In this problem-based learning module students will connect these standards to their personal life by completing a random sample from their environment in the area of careers to investigate to see if their own career is environmentally challenged. Students will work independently as well as with a partner. Students will also complete a reflection in the form of a final product to make an inference and draw a conclusion about the population of their area in relation to careers. The final product will be presented to their peers and teachers, but also can be exhibited to their families. This blended module includes teacher-led instruction, student-led stations, partner comparisons and technology integrated investigations.
This lesson will involve work in oral language, concepts of print, spelling, fluency, vocabulary, comprehension, and writing with the use of one book, The Black Snowman.
Tradition and technology come together in this lesson in which students learn about Alaskan animals through Native American tales and their own online research.
In this unit, students explore and discuss video clips, articles, advertisements, myths, and other relevant information about how media sources affect our food choices.In particular, students learn about the marketing of food to children and adolescents. The unit will culminate with students working in groups of 3 to create a media presentation that can serve as a decision-making guide to inform food choices/decisions.Standards:CCSS English Language Arts (Grades 7-8)Ohio Standards for Technology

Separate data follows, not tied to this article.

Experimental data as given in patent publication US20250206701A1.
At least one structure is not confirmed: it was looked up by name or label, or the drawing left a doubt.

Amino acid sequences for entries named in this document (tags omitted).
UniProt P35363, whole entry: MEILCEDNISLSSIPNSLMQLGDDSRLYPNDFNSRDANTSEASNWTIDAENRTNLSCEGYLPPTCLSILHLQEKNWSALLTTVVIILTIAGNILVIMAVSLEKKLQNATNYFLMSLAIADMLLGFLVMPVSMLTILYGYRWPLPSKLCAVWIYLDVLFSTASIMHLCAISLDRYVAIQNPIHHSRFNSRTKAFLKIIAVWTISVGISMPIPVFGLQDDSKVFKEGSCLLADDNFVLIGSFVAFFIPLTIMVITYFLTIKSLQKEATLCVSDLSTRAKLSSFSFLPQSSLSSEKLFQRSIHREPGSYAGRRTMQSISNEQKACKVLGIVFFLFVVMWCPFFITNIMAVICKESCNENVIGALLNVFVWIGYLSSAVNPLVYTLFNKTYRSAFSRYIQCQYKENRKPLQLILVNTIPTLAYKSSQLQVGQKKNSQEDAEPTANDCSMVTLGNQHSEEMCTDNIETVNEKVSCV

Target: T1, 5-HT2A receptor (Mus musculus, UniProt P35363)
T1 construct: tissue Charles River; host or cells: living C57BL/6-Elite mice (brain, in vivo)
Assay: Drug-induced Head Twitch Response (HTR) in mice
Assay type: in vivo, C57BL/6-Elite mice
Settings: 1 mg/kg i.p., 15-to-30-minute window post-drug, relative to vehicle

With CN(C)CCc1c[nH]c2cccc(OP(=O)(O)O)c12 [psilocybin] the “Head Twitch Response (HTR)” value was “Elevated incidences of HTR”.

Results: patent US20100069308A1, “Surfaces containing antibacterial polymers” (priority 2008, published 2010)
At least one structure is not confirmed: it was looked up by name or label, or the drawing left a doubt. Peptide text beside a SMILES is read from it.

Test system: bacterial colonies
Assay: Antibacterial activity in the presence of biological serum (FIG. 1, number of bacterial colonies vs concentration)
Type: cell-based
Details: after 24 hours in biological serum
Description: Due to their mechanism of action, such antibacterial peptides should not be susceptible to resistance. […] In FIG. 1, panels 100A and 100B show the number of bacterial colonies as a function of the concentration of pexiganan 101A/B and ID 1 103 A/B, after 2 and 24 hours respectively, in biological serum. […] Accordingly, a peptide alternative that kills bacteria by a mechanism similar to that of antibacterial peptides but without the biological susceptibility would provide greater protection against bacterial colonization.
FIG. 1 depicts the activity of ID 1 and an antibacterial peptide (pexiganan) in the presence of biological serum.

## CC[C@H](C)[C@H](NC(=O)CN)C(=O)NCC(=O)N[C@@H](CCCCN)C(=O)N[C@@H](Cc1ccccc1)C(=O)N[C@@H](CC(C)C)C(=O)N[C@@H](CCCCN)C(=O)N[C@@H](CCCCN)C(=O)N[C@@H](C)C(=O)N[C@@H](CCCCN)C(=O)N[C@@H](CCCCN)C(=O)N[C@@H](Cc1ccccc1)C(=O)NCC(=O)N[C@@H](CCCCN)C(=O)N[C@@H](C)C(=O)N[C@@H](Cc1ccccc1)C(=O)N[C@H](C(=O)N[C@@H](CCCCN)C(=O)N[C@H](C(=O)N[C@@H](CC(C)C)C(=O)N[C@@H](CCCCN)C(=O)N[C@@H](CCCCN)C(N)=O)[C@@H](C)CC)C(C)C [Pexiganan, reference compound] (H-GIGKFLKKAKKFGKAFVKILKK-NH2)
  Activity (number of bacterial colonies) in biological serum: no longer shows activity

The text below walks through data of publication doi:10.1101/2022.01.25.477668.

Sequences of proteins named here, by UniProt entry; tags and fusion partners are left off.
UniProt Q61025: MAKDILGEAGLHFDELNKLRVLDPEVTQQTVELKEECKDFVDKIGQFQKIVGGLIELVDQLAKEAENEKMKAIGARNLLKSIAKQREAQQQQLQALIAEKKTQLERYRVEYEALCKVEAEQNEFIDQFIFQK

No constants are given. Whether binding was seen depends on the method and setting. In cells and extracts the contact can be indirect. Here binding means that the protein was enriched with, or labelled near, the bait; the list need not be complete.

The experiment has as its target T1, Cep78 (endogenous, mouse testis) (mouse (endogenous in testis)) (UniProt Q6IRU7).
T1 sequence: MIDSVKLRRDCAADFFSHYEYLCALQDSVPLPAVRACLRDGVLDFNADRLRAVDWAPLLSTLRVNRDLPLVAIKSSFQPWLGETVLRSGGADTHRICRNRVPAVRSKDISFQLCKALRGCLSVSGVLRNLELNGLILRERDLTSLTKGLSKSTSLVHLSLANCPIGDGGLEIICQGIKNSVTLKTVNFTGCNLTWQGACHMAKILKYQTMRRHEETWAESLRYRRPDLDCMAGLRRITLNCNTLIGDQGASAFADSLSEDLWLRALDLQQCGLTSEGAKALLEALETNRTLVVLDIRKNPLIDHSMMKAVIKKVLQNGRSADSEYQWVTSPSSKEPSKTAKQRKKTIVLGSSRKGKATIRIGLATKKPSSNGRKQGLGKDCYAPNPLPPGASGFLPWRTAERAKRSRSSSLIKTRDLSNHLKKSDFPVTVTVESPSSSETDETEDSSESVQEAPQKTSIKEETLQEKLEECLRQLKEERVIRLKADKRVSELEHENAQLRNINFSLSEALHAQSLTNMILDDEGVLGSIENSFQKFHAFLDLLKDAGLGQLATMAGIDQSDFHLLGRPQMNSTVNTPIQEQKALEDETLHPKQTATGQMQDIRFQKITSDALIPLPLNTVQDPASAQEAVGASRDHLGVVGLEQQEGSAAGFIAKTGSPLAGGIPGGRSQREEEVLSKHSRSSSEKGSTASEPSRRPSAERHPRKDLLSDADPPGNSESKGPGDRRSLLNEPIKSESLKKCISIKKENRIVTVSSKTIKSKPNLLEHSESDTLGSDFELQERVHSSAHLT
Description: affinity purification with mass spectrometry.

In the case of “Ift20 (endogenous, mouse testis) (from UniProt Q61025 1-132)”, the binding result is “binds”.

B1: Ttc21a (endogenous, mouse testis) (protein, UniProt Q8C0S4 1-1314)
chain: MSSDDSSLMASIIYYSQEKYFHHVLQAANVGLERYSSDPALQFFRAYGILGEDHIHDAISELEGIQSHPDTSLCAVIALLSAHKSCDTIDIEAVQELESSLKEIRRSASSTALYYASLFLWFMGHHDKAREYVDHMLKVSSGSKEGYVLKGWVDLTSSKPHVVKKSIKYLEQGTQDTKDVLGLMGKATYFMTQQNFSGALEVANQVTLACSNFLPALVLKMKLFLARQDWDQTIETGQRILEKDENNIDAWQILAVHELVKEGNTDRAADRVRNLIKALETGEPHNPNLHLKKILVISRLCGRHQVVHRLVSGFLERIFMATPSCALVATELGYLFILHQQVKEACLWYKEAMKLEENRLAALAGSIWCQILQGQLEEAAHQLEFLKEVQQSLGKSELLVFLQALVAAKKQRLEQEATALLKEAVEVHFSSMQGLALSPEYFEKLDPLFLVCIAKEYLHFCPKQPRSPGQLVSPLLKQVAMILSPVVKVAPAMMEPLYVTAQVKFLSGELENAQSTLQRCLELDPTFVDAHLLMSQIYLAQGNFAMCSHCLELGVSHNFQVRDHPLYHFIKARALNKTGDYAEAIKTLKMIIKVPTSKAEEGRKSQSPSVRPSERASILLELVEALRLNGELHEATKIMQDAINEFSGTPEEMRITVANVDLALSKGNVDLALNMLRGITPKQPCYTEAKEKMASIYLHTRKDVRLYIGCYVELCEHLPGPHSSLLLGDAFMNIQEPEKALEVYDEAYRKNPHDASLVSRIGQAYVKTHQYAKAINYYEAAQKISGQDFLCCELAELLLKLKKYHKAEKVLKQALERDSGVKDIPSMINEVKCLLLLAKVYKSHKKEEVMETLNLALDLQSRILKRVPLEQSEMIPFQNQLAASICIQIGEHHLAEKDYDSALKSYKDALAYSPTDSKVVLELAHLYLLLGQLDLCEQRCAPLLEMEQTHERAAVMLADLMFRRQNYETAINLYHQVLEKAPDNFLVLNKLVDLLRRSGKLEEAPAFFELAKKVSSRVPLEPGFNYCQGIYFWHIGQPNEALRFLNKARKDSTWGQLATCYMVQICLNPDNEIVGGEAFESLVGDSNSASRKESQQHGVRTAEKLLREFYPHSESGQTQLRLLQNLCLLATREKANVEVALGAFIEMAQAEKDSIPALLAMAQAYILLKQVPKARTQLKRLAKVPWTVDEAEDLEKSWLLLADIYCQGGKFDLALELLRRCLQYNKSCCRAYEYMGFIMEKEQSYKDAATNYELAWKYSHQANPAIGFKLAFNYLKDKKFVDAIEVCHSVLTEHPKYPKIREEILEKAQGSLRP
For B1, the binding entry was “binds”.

In this module, students explore the issue of working conditions, both historical and modern day. As they read and discuss both literary and informational text, students analyze how people, settings, and events interact in a text and how an author develops a central claim. Students strengthen their ability to discuss specific passages from a text with a partner, write extended text-based argument and informational pieces, and conduct a short research project. At the end of the module, students will have a better understanding of how working conditions affect workers and the role that workers, the government, consumers, and businesses play in improving working conditions. The first unit focuses on Lyddie, a novel that tells the story of a young girl who goes to work in the Lowell mills, and explores the issue of working conditions in industrializing America. This unit builds students’ background knowledge about working conditions and how they affect workers, and centers on the standard RL.7.3, which is about how plot, character, and setting interact in literature. As an end of unit assessment, students write an argument essay about Lyddie’s choices regarding her participation in the protest over working conditions. The second unit moves to more recent history and considers the role that workers, the government, and consumers all play in improving working conditions. The central text in Unit 2 is a speech by César Chávez, in which he explains how the United Farm Workers empowered farmworkers. Unit 2 focuses on reading informational text, and students practice identifying central ideas in a text, analyzing how an author develops his claims, and identifying how the sections of the text combine to build those ideas. This unit intentionally builds on Odell Education’s work, and if teachers have already used the Chávez speech and lessons, an alternate text is suggested with which to teach the same informational text standards. In the End of Unit 2 Assessment, students apply their understanding of text structure to a new speech. Unit 3 focuses on the research standards (W.7.7 and W.7.8): through an investigation of working conditions in the modern day garment industry, students explore how businesses can affect working conditions, both positively and negatively. As a final performance task, students create a consumer’s guide to working conditions in the garment industry. This teenage consumer’s guide provides an overview of working conditions and offers advice to consumers who are interested in working conditions in the garment industry.